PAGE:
Meh, I disagree. If someone is dangerous enough to society that nothing short of killing him will keep us safe, I don't see the Lord condemning us for that. Killing him for no cause (Salem witch trials anyone?), absolutely. But someone like Manson or Bundy? I don't see that being a problem. My problem is with folks who think every idiot who commits a major crime should die. I think they'd do just as well their whole lives in prison. I fully support some folks who fall into the sex crimes category spending their entire lives in prison because there is almost no hope of recovery for them. Killing them? No. I think we still need the ability to kill the worst of the worst, but we have to somehow impose stricter rules about who has it coming and who doesn't.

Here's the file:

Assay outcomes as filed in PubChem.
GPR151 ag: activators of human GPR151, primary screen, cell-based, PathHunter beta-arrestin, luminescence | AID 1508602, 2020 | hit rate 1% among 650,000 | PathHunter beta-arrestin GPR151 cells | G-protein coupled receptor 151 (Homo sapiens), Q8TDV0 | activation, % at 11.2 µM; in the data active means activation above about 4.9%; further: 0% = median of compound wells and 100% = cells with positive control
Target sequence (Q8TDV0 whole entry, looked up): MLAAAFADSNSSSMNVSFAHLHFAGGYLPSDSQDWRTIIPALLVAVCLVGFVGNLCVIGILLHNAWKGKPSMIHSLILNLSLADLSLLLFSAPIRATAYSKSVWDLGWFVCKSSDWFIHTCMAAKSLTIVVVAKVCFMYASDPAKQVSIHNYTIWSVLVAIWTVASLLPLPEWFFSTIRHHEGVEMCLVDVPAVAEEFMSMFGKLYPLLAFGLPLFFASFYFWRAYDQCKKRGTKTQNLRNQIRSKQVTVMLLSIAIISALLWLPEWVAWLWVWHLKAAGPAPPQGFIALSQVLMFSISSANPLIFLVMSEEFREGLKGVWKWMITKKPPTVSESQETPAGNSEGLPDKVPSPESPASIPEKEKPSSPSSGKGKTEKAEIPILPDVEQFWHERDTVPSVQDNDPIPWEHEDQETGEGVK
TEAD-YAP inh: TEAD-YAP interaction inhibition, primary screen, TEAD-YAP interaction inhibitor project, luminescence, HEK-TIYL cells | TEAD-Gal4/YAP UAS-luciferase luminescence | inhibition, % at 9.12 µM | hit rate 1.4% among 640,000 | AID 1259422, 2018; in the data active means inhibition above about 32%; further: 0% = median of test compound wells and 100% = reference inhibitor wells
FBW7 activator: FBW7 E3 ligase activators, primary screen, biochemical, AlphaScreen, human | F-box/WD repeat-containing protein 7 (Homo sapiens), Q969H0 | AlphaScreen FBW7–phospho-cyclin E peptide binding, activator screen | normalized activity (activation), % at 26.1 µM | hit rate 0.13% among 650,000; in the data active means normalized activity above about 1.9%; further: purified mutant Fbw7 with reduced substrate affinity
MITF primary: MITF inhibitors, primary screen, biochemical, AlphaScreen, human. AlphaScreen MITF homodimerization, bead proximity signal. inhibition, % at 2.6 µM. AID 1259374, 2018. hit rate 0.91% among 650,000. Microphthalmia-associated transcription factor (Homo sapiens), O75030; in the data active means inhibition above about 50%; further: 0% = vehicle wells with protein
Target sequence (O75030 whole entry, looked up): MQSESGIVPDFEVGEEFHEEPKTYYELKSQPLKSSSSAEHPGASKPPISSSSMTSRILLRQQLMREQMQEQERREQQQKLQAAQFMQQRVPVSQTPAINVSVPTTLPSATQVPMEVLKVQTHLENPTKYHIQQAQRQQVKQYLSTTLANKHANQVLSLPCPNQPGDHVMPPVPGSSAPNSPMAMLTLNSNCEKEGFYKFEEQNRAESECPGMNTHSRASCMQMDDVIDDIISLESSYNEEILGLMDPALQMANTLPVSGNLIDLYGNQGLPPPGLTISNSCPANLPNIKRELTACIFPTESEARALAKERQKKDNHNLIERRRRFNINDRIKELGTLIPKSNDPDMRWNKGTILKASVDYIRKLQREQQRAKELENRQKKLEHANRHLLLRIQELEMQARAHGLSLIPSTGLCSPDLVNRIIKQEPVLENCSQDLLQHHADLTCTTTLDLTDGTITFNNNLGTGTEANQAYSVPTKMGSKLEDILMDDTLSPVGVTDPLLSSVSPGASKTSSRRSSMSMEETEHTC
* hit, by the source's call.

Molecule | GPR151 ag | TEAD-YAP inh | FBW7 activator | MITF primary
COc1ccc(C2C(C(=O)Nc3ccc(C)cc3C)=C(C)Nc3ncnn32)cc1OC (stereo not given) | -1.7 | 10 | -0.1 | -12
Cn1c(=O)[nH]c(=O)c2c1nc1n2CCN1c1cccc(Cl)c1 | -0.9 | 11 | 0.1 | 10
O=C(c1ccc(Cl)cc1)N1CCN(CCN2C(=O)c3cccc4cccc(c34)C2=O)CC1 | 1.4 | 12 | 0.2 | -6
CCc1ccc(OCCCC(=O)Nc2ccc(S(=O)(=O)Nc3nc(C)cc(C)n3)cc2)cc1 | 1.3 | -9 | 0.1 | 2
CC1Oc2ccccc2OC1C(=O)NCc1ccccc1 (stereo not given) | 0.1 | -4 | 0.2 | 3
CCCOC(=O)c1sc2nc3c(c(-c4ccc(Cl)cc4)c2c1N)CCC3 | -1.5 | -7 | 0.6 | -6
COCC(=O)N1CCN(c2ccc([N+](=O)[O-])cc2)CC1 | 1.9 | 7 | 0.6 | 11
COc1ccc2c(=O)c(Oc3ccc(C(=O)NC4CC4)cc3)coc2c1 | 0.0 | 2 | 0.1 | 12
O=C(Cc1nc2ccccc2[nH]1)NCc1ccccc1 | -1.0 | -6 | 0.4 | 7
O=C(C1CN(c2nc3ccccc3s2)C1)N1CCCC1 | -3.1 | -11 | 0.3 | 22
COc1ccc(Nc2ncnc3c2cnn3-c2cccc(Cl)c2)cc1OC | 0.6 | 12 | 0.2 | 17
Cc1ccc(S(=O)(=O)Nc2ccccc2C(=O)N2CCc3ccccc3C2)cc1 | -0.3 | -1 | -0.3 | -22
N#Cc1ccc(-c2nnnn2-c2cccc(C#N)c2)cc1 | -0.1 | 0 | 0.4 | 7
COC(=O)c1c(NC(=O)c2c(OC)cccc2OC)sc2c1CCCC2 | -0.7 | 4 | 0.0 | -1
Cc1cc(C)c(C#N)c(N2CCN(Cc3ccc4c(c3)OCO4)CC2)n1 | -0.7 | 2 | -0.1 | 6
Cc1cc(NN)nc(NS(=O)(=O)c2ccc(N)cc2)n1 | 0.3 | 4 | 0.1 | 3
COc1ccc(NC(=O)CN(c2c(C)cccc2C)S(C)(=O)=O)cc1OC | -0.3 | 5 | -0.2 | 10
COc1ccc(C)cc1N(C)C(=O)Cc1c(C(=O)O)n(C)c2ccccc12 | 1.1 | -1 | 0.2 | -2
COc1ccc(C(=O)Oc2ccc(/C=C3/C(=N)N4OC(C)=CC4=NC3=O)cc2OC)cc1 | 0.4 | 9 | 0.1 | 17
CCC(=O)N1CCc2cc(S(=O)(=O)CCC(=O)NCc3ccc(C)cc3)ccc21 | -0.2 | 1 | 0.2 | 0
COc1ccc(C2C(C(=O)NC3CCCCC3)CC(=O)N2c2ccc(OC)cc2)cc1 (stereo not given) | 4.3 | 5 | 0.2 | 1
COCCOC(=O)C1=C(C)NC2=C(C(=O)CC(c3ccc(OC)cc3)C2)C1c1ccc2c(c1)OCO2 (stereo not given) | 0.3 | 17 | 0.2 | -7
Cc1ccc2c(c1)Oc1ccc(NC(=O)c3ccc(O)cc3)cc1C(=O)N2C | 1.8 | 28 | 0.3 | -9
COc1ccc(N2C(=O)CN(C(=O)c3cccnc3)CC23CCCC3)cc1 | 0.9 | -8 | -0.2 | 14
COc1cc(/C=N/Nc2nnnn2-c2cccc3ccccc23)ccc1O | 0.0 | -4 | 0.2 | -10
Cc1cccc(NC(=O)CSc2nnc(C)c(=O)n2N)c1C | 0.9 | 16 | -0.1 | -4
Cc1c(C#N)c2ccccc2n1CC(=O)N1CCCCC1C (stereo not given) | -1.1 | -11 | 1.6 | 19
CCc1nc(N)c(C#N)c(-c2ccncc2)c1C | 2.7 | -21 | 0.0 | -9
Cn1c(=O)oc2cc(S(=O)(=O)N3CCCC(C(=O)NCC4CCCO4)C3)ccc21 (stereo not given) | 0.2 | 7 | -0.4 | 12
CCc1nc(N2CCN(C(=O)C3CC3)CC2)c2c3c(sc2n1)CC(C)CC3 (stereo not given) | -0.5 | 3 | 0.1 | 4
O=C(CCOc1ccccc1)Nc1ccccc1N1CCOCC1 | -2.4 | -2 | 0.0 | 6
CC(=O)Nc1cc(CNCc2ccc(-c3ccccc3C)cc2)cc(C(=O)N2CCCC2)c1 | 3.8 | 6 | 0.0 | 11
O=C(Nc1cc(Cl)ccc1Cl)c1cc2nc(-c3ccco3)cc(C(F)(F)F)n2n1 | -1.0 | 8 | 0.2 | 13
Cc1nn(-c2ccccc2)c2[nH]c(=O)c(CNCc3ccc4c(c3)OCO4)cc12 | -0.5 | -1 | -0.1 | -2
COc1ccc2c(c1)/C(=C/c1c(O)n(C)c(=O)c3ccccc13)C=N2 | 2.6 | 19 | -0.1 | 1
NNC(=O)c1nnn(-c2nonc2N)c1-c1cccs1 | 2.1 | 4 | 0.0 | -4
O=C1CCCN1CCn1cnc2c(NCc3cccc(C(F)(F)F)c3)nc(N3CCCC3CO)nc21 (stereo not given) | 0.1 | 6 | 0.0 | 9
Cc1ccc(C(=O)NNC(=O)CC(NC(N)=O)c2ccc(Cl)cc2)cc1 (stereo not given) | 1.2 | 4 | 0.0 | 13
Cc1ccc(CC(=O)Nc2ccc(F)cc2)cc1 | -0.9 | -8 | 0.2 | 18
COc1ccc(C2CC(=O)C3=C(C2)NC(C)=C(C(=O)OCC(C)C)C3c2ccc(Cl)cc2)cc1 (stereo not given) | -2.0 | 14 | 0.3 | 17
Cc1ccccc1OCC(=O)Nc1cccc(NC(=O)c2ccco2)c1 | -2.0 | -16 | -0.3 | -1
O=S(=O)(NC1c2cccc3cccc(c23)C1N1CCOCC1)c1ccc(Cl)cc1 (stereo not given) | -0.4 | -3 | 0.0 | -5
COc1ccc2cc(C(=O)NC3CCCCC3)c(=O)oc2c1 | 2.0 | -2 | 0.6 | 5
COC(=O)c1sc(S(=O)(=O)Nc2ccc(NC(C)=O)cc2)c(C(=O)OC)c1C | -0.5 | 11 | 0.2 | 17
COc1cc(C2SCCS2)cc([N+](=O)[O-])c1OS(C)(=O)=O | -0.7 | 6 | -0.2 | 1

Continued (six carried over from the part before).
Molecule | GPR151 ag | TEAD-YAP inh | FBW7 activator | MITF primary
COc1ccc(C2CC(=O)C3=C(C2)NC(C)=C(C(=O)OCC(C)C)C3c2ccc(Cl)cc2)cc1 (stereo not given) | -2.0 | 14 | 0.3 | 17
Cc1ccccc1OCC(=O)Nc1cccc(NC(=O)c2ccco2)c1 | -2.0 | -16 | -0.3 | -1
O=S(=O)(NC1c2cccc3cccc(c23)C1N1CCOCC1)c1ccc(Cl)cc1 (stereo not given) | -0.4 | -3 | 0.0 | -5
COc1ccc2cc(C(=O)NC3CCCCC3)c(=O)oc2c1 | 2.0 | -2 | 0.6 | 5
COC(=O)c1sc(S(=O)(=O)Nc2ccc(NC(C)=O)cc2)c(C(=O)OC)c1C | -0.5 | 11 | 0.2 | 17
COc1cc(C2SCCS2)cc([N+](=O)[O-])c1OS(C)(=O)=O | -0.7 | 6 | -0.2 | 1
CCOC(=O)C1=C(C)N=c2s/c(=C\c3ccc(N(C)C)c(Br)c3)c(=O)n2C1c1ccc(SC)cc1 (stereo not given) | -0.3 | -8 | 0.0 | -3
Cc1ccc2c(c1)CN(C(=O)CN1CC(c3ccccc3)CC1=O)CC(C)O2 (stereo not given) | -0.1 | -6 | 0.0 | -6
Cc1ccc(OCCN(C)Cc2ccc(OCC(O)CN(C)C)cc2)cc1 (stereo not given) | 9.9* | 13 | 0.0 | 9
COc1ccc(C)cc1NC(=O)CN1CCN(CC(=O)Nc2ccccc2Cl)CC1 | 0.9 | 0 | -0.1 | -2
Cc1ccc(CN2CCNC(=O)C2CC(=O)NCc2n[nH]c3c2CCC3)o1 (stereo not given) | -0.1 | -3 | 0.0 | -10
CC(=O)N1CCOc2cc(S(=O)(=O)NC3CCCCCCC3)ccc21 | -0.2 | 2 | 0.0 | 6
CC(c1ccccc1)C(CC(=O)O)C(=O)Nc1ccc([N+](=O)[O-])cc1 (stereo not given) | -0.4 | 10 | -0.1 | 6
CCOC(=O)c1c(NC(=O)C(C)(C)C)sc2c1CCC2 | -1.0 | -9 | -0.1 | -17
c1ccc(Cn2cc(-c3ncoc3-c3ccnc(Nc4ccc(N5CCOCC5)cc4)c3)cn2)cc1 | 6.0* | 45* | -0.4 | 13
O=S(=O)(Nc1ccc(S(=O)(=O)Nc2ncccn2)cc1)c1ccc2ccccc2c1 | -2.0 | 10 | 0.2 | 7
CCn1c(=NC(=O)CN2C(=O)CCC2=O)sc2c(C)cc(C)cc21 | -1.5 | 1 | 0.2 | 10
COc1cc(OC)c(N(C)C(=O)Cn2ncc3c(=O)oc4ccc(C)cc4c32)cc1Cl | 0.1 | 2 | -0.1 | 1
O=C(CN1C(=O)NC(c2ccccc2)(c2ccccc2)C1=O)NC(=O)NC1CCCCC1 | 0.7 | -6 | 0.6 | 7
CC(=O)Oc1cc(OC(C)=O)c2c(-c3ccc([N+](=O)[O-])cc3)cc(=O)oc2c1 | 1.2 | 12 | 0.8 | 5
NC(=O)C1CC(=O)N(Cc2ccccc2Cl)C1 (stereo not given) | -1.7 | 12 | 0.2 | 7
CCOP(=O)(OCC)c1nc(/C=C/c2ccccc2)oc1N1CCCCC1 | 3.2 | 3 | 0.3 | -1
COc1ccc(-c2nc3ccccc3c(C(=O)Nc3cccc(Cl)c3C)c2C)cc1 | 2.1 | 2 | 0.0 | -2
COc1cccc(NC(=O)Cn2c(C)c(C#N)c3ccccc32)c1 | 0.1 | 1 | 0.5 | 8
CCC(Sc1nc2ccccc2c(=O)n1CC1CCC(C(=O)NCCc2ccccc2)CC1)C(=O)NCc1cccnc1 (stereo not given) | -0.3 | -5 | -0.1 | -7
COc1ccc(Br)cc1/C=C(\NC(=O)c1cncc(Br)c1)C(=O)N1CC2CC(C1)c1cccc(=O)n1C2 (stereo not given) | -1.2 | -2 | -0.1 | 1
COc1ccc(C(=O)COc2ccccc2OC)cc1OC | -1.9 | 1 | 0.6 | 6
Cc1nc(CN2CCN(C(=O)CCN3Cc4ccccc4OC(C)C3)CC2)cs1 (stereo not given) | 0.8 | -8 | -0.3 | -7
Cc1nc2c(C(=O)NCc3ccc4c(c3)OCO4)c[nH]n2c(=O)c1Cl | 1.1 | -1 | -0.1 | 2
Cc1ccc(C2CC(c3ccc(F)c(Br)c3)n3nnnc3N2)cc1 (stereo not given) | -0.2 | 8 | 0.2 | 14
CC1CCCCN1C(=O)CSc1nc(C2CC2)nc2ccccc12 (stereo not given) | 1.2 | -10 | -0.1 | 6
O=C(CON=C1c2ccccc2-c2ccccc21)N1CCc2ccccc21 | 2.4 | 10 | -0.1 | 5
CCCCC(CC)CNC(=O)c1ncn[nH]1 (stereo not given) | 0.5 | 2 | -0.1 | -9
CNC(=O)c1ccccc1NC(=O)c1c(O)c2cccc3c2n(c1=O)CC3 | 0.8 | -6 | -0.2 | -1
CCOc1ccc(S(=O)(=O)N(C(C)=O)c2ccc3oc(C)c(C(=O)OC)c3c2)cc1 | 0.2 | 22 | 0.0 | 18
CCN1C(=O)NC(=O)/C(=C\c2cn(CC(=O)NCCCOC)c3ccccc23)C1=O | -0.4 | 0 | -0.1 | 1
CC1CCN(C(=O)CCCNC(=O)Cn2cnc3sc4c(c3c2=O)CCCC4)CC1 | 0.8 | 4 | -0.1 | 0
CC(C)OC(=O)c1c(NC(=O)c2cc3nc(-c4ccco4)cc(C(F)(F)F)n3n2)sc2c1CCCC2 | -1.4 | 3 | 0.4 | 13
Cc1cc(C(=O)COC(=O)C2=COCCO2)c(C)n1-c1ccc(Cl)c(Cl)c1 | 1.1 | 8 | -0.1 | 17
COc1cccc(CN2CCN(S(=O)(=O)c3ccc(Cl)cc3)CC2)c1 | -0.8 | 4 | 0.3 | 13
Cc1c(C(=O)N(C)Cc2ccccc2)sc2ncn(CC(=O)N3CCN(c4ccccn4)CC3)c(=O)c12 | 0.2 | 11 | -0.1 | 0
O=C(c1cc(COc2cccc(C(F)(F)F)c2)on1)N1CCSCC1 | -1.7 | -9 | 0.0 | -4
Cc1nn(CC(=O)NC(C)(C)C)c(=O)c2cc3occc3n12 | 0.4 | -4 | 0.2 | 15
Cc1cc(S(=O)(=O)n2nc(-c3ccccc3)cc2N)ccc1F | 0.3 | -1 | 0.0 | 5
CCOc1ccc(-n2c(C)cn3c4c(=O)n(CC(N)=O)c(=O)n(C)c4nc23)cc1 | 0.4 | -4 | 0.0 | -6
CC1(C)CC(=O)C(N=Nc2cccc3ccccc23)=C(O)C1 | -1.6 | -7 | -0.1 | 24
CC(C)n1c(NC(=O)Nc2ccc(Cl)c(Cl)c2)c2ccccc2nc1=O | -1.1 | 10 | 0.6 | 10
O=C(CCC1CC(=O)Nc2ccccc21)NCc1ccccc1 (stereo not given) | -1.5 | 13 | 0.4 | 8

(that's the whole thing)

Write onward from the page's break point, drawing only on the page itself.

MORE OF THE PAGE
And glad to see you back, Kristi, it's been a while.